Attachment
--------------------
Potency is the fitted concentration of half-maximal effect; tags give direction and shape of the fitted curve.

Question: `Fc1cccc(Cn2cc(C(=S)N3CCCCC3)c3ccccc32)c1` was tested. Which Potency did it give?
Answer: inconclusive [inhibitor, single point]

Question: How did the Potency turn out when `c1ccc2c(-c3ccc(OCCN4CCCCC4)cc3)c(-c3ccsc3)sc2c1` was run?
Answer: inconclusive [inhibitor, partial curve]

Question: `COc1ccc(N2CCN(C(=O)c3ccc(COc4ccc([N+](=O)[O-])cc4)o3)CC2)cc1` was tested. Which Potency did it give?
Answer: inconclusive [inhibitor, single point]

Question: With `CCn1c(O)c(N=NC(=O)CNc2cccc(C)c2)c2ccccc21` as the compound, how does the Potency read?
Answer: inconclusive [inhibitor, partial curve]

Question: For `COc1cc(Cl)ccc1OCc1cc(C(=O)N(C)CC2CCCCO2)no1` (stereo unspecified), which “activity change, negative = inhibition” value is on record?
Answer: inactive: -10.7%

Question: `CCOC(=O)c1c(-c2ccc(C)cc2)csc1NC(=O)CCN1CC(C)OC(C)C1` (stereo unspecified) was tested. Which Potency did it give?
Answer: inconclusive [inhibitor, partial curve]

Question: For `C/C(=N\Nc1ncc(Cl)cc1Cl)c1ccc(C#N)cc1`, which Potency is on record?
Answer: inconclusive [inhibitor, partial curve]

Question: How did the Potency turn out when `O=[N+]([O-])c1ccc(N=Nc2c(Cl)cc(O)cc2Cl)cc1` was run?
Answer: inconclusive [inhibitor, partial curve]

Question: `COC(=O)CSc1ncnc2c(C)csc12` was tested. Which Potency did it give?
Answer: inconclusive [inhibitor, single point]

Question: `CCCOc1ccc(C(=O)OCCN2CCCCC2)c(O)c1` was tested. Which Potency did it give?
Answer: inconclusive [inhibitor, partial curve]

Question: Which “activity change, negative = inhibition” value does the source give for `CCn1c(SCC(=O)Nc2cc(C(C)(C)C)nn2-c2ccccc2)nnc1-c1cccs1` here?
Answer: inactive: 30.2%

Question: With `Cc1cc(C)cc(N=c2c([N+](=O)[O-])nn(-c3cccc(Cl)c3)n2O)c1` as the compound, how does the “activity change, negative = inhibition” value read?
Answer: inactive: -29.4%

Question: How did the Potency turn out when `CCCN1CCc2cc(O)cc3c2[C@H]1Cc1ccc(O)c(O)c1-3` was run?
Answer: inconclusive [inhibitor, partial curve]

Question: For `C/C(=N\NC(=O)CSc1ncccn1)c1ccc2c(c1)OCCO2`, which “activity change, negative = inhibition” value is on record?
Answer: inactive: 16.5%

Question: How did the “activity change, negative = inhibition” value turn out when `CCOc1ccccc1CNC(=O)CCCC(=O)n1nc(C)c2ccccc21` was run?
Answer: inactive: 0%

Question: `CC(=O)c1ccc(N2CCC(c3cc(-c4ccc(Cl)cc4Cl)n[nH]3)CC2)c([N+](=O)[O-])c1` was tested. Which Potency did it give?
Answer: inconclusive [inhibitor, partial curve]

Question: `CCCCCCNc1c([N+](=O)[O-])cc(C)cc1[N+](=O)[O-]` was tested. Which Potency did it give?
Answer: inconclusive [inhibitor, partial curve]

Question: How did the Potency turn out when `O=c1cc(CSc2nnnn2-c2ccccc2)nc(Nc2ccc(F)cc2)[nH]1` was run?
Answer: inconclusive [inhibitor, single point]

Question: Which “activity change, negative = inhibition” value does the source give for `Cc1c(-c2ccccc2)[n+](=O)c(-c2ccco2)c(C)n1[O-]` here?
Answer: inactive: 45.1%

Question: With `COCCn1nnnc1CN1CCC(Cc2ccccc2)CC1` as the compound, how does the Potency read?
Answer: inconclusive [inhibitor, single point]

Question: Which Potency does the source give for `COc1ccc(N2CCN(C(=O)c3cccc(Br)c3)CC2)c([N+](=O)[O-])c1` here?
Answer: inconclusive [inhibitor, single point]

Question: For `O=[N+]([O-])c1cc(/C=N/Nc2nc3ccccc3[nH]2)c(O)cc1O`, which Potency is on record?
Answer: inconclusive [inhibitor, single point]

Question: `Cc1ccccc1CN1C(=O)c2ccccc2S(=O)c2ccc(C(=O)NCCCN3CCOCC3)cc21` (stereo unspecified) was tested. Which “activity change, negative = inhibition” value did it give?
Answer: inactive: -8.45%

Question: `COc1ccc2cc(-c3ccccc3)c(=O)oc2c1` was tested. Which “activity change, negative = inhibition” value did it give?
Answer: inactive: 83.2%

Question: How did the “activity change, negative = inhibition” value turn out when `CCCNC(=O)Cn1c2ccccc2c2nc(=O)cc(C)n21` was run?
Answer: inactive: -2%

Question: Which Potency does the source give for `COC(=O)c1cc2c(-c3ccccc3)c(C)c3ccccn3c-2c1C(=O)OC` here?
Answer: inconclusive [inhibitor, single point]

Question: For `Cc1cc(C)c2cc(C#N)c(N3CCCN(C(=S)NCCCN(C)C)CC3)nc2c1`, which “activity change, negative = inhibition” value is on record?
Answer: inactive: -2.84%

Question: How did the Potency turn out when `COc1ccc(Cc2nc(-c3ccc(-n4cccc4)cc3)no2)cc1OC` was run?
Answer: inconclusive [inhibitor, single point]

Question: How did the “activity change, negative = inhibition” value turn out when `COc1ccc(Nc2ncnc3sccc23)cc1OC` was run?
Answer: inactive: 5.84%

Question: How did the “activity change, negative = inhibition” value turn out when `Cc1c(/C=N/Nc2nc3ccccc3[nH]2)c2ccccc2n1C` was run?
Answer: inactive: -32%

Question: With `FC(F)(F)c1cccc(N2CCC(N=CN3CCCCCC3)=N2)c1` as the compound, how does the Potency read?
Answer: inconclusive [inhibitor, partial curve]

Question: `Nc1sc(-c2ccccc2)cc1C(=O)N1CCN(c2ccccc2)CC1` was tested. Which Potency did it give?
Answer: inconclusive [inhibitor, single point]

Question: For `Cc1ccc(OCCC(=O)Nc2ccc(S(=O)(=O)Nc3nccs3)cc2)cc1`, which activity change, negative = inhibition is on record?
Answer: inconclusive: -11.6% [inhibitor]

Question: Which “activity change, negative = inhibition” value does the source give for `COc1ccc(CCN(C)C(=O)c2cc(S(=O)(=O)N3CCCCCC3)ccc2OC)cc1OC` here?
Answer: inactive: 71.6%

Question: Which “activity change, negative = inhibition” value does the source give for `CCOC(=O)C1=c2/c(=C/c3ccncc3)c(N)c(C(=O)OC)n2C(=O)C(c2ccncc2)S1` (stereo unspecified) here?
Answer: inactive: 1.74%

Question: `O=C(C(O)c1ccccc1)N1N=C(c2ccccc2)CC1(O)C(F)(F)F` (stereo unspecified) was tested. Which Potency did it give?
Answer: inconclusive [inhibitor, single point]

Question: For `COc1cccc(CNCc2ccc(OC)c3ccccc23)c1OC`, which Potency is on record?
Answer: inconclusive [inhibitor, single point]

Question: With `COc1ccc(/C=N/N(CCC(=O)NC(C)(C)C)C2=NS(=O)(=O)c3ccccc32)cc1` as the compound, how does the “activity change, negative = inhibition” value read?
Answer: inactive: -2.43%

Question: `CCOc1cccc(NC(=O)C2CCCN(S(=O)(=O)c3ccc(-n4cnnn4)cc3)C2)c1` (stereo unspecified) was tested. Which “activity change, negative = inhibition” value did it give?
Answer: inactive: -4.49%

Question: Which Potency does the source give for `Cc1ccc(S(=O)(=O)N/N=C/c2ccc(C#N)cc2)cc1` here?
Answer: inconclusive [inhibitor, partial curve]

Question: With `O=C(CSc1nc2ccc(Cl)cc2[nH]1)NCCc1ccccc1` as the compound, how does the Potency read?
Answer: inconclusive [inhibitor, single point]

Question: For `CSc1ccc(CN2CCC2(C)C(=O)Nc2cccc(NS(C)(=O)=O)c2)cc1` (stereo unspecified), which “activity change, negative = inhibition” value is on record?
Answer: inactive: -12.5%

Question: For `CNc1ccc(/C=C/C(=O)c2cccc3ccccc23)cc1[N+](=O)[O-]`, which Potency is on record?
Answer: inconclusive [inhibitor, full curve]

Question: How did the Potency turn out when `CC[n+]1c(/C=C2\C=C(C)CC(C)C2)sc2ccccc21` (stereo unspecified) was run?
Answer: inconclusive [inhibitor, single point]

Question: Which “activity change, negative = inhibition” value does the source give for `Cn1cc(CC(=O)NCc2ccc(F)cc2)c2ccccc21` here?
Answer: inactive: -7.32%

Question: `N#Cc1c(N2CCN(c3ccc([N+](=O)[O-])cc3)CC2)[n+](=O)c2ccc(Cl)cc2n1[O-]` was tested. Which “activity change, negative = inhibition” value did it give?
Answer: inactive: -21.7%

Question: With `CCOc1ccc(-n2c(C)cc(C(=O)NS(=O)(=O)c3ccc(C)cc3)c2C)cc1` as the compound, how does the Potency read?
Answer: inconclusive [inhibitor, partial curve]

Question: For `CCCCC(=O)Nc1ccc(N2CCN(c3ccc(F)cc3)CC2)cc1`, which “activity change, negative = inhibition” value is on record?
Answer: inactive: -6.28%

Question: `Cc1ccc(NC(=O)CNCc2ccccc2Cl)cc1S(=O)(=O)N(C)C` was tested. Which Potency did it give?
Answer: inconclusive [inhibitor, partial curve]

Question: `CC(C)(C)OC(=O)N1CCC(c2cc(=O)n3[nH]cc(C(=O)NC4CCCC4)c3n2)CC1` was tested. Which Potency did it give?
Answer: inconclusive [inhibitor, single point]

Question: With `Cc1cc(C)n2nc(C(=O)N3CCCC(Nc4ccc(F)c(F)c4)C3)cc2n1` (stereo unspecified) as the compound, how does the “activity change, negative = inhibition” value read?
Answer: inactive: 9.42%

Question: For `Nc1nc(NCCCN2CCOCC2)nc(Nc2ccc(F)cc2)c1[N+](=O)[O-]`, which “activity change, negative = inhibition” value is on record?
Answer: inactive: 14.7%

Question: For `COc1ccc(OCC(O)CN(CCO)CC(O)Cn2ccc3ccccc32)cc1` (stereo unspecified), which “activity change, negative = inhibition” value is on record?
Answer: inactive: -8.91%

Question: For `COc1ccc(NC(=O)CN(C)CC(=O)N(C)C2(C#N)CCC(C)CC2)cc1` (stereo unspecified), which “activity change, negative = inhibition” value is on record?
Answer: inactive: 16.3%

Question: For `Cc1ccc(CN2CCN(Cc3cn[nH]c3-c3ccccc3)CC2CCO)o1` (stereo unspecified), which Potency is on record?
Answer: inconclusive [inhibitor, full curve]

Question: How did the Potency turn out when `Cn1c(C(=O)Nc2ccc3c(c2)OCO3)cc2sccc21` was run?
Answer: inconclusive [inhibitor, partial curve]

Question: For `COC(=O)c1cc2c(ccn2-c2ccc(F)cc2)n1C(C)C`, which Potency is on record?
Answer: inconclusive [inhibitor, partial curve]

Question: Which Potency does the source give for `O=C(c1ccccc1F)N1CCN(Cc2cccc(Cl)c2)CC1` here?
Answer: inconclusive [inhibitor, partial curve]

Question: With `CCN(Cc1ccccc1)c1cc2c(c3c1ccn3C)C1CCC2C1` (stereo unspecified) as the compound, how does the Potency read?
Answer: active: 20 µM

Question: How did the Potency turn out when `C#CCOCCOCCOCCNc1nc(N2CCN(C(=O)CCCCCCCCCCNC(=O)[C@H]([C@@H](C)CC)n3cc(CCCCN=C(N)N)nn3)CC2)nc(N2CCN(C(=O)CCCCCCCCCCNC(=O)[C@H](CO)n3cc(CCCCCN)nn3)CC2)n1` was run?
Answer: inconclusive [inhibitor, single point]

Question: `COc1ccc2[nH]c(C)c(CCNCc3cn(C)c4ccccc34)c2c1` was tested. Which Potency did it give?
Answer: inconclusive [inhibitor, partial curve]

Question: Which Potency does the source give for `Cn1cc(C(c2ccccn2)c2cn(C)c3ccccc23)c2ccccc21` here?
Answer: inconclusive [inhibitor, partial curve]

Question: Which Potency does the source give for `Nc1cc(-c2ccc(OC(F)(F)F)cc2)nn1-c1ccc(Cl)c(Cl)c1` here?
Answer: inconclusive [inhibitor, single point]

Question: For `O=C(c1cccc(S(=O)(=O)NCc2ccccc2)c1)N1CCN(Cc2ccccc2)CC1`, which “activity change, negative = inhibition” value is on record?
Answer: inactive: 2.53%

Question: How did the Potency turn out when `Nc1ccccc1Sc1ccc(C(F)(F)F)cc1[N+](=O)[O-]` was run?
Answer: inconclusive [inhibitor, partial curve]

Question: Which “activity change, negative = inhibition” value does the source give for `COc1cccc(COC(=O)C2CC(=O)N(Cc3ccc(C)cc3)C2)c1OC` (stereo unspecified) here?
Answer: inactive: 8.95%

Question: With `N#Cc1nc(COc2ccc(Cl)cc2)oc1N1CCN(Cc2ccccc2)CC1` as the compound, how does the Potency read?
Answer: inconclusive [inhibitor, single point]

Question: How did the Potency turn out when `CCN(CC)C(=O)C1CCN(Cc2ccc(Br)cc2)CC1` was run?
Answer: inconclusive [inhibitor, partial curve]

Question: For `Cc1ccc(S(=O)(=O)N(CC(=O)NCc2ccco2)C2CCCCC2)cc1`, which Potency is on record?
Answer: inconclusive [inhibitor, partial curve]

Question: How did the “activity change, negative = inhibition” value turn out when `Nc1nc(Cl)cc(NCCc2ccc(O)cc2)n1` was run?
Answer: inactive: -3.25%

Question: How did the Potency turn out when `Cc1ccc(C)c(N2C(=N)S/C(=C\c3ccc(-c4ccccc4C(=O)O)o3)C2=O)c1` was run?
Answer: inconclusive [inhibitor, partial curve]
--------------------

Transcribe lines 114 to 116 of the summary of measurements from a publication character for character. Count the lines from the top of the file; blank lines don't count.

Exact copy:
Question: For `COC(=O)c1cc2c(ccn2-c2ccc(F)cc2)n1C(C)C`, which Potency is on record?
Answer: inconclusive [inhibitor, partial curve]

Question: Which Potency does the source give for `O=C(c1ccccc1F)N1CCN(Cc2cccc(Cl)c2)CC1` here?